The political and geo-strategic benefits would be even bigger. Not being an expert on this, I would hesitate to comment, but I would reckon that similar trends would be set off in Asia, with a “domestication” drive, that would leave the Middle East with little “strategic” importance. Just the US dropping out would be enough to chasten the Middle East into submission.

Few would be willing to bet on it, but we may be sitting at the start of an incipient trend toward just such a scenario. While there is almost universal agreement on the fact that oil prices will stay high, and production from current oil reserves will start to peak, despite massive investments over the next 3 years; the energy mix of most countries will start to change. This trend will be led technologically by the US, but will seen equally clearly in China and to a much lesser extent, India.

In all this, we have not yet brought in environmental factors, which will start to weigh in. It is difficult to speculate which technology will win over what period, but the broad consensus seems to be that natural gas, is followed by electricity generated by coal, hydel, and nuclear energy. At the fringes will be bio-mass (agricultural waste), with fuel cells bringing up the rear. Although there is a chorus,  speculating that if energy costs have to go to zero in the 21st century (like communication costs went to zero in the 20th), fuel cells have to get better.

There is a small voice in America asking to consider this: if the huge agricultural base of the US were to be turned towards “growing their fuel”, would it not solve everybody’s problems? Employment would be generated, American agriculture would see a renaissance, the Current Account deficit would be balanced, the Dollar would be defended, and the Middle East would be neutralized.  And in the interregnum, Fuel Cells would get better and better!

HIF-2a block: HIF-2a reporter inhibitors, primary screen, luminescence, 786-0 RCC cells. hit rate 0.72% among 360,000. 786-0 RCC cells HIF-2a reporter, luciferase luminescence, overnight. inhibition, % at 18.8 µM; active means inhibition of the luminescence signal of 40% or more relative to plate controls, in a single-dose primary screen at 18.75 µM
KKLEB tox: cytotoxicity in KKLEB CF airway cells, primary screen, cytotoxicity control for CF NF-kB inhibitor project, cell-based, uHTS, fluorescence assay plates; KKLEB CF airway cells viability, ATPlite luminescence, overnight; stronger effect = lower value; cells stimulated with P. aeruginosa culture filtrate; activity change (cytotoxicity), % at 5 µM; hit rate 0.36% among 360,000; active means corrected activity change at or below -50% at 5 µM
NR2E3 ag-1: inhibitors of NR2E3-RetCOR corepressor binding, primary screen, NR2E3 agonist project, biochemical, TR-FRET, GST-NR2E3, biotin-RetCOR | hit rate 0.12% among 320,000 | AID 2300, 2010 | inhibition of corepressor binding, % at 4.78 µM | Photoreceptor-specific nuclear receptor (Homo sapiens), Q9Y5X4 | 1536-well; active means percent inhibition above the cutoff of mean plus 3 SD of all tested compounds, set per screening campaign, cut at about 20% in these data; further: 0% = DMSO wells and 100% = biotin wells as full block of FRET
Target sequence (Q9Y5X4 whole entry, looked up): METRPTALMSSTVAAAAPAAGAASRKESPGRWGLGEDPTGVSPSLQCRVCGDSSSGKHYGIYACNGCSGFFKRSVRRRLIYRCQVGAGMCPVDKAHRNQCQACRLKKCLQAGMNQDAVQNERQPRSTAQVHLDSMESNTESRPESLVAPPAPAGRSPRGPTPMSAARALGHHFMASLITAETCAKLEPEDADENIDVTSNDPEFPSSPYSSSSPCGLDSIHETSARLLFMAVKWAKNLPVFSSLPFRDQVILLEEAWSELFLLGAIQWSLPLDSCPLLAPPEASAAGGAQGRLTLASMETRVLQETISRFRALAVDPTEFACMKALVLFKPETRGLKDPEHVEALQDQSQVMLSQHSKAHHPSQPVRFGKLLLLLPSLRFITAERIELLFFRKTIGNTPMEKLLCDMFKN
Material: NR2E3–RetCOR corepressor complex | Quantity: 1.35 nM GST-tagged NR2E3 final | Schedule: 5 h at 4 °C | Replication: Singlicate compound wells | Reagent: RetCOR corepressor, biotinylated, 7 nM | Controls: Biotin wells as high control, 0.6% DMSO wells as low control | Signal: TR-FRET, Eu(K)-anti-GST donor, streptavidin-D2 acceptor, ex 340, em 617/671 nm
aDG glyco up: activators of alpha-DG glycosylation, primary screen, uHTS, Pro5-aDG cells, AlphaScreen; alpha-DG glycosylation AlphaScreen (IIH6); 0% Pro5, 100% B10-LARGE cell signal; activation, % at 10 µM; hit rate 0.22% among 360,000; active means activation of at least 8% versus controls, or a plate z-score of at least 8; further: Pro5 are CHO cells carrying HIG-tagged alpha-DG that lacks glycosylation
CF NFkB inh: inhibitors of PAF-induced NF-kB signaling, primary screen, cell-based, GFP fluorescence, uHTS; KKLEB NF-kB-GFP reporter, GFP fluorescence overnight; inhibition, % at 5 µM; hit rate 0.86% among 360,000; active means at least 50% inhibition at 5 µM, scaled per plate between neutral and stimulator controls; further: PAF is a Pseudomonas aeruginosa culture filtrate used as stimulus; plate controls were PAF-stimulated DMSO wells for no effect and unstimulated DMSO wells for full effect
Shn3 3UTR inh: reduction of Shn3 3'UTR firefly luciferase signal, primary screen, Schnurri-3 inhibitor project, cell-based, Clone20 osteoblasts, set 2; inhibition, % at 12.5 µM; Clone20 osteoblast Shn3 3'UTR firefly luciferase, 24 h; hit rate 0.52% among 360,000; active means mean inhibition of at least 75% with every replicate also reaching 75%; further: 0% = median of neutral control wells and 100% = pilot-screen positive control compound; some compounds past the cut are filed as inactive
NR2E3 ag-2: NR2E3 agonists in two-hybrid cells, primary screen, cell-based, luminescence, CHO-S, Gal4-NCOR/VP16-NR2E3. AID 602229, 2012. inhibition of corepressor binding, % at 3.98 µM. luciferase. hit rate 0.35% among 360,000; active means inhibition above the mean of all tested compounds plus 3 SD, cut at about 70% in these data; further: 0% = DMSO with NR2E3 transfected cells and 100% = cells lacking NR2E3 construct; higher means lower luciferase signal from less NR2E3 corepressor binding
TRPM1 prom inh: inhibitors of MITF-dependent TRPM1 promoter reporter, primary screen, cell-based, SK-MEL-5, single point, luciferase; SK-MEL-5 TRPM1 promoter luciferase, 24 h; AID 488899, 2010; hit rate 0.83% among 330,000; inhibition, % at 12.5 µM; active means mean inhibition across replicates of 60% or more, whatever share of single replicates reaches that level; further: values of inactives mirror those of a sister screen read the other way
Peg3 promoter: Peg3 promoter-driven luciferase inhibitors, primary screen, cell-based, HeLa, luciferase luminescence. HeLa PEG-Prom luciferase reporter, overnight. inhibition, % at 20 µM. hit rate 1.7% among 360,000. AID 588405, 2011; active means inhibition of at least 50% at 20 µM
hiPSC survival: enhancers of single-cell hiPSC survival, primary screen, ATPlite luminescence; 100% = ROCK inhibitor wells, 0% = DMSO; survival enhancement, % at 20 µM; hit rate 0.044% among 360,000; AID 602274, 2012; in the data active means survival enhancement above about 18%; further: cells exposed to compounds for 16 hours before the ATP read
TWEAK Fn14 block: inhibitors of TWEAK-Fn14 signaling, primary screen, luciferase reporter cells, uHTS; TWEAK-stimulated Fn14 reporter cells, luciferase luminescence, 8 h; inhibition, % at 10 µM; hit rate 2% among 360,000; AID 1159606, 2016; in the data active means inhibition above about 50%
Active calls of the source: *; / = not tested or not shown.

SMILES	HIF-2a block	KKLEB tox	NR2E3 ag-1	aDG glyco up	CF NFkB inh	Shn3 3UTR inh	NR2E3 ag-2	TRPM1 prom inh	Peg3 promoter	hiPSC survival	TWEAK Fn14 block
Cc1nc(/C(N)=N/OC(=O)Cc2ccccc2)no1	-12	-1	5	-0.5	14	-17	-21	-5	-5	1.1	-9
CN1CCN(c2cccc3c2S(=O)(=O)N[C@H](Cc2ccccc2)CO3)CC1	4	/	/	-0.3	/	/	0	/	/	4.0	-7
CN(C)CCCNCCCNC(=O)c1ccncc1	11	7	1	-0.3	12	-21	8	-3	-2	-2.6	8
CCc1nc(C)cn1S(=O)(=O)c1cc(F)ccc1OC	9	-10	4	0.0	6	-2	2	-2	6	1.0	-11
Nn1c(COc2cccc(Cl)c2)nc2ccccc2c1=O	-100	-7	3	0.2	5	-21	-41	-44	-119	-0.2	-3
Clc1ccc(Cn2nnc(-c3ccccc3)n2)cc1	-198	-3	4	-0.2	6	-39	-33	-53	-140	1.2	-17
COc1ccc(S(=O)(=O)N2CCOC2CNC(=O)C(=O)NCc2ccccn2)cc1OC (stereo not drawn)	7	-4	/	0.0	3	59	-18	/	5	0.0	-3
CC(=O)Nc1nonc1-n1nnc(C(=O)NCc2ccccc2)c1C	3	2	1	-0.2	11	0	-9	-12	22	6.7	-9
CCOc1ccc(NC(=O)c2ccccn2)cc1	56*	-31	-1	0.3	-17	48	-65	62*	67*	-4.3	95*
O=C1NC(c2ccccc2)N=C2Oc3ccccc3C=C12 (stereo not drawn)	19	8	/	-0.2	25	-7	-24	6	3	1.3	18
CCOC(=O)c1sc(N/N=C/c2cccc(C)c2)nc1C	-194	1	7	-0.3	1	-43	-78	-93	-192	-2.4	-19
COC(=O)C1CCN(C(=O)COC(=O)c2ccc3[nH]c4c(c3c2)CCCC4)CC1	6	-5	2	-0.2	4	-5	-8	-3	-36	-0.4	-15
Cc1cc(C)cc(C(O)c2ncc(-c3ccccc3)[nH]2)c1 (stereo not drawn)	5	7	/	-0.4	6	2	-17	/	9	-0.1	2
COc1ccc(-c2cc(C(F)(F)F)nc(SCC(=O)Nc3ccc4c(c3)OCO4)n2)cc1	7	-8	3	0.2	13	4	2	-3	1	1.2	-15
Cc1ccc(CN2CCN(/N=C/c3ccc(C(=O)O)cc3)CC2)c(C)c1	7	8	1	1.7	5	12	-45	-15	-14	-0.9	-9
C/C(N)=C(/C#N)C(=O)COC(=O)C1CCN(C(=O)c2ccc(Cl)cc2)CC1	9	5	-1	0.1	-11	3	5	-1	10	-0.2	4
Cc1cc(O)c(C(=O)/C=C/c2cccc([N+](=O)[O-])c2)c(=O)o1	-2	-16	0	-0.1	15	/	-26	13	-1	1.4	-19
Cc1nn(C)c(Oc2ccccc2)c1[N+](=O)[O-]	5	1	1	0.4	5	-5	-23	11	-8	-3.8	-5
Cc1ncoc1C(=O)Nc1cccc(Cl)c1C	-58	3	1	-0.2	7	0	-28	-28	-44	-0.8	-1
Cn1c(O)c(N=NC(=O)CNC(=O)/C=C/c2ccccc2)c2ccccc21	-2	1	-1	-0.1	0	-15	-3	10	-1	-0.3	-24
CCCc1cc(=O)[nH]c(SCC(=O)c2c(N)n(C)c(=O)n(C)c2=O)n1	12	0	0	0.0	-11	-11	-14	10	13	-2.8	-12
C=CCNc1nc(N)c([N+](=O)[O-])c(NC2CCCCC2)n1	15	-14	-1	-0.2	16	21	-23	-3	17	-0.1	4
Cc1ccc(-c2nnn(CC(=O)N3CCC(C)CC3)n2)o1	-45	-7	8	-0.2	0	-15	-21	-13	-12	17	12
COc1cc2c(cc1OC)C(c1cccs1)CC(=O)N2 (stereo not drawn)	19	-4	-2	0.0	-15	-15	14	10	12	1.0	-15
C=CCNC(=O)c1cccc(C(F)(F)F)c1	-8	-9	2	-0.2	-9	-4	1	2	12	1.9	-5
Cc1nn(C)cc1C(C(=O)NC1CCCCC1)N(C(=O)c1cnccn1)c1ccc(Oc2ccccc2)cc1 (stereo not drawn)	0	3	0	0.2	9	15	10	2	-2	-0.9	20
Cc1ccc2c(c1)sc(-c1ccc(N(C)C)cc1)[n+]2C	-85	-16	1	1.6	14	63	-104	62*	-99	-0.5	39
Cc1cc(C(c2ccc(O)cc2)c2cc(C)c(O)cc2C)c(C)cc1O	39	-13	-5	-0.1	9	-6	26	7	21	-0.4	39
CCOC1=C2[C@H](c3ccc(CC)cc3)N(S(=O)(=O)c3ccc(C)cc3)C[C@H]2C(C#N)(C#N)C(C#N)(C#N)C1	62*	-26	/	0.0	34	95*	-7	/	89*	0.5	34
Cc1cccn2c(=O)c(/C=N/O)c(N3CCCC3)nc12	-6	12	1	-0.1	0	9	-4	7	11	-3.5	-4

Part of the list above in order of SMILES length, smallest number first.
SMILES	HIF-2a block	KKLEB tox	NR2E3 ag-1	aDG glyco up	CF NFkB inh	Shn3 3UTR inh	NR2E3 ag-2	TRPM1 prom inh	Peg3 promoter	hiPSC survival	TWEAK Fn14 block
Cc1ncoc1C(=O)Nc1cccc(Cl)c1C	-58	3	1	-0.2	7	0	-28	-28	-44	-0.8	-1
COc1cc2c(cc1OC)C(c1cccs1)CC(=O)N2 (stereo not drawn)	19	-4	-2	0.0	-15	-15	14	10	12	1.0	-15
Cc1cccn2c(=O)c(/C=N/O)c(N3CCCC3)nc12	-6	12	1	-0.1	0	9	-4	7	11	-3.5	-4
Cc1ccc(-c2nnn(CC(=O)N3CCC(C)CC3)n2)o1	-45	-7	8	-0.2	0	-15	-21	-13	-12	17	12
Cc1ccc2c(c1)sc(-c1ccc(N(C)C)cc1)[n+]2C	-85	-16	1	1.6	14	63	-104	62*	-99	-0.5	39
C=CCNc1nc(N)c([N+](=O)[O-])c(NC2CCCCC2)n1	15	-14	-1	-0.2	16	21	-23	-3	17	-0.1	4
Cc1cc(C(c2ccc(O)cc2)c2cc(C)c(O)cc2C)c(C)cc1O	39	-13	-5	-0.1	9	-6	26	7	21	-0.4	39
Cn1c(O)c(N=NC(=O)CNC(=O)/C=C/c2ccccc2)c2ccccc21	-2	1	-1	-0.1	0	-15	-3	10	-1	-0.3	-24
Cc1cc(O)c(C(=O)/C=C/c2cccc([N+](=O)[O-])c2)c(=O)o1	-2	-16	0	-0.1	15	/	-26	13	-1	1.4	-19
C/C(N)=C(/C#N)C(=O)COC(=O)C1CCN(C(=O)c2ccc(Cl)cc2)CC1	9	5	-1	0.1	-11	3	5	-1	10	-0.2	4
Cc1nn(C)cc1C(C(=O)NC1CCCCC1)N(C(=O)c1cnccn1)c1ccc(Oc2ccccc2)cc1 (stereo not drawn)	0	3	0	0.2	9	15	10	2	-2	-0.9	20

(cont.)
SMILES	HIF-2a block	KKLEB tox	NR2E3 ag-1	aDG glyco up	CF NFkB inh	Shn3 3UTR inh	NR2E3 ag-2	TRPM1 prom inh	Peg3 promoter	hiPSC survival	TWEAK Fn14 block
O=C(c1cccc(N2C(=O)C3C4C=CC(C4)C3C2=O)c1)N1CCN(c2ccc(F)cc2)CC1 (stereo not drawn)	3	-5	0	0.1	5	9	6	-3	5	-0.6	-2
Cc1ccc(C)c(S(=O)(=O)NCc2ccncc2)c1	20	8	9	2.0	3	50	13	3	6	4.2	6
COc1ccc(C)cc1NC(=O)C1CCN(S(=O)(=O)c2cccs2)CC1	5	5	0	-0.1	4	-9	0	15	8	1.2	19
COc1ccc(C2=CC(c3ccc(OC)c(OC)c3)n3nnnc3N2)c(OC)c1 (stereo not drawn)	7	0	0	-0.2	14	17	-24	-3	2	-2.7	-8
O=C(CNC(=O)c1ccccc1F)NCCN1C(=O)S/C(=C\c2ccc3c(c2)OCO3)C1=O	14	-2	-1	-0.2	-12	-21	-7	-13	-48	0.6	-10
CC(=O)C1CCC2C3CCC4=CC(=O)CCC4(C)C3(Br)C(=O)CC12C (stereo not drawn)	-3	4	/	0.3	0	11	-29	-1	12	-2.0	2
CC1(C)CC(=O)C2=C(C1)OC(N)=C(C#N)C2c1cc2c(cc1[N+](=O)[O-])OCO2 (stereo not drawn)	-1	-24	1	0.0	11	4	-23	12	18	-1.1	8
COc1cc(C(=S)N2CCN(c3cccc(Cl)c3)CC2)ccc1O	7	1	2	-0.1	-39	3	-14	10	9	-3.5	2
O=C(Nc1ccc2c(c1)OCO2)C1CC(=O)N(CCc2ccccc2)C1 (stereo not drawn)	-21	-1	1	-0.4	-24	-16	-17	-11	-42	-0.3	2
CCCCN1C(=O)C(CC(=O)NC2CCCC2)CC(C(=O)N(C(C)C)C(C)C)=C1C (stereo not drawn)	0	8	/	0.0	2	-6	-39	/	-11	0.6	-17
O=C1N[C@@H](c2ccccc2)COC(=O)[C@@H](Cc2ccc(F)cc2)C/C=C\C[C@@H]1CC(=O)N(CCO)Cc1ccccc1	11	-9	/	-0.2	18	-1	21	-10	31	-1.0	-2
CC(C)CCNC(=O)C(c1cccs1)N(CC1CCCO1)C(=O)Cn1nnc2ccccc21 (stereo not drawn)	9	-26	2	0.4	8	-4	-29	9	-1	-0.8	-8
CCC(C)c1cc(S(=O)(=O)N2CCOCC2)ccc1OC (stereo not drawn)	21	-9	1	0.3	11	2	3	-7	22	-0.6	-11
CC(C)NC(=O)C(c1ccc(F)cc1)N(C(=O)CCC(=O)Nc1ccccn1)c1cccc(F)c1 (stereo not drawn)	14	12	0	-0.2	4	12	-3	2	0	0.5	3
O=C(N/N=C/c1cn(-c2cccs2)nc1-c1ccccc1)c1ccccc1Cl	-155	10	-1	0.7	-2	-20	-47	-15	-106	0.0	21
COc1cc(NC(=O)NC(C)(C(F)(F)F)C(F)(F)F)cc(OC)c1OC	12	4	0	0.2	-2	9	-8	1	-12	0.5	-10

The whole thing sounds like a childish dream, but one that has its basis in reality. It is technologically feasible, but the key problem would be political. Most importantly, Big Oil in the US would not like to see the world’s largest industry reduced to a perfectly competitive, fragmented market with no pricing power. There is simply too much money to be made in the current structure of the industry. But history teaches us that it is difficult to stop the emergence of an idea whose time has come.

But I am NOT Uncle Sam. The real Uncle Sam is himself an oil man, who has already gone to war looking for oil. There is an old saying, “If you are not part of the solution, you are part of the problem.” In this case, the problem has to be solved.

It has not turned out as good as the last one. The next time, I will take the deadline as the 5th of the month, so that I will have time to work on quality.

Also, once I have access to the databases, www.securities.com, and CMIE, I should be able to do some stories with a local flavor.

You should have a small corner in your magazine that puts out “maps” of sectors that are not covered widely, eg, edible oils, cotton, jute, plastics, milk, etc. These corners should track “big trends” in these local sectors, and their impact on stocks. Nobody in the media is doing this with any detail, so the understanding of these sectors is completely flawed.

Let us take my favorite sector………….sugar. Quietly, the story in the sector has changed. Sugar stocks are down to 7 mn tons officially, but the open secret is that stocks are down to 4.5 mn tons. Next year’s deficit is 7.5.mn tons, meaning that India will end with MINUS 3mn tons this season (Oct 2004 to Sep 2005). Prices, which were supposed to be below Rs.16 according to the Govt, are already at Rs.17+. They could peak at Rs.20, maybe more.

The big news is that production for next year will go up to only 16.5 mn tons from 12.5 mn tons this year (because the mills that are supposed to increase production are not operational). The base production on which growth is to be established, is only 12.5 mn tons, not the peak production of 21 mn tons in 2002-03. This means that leaders like the big cos have to double production to get back the kind of stocking level needed for reasonable prices.

I am sure many such stories happen in other sectors, except nobody is watching. Half the watching is about reading the papers carefully. The other half is about talking to the cos. And you have a story. Cover 20 sectors and you will have no shortage of content.

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Dr Yatin Shinde

Career Guru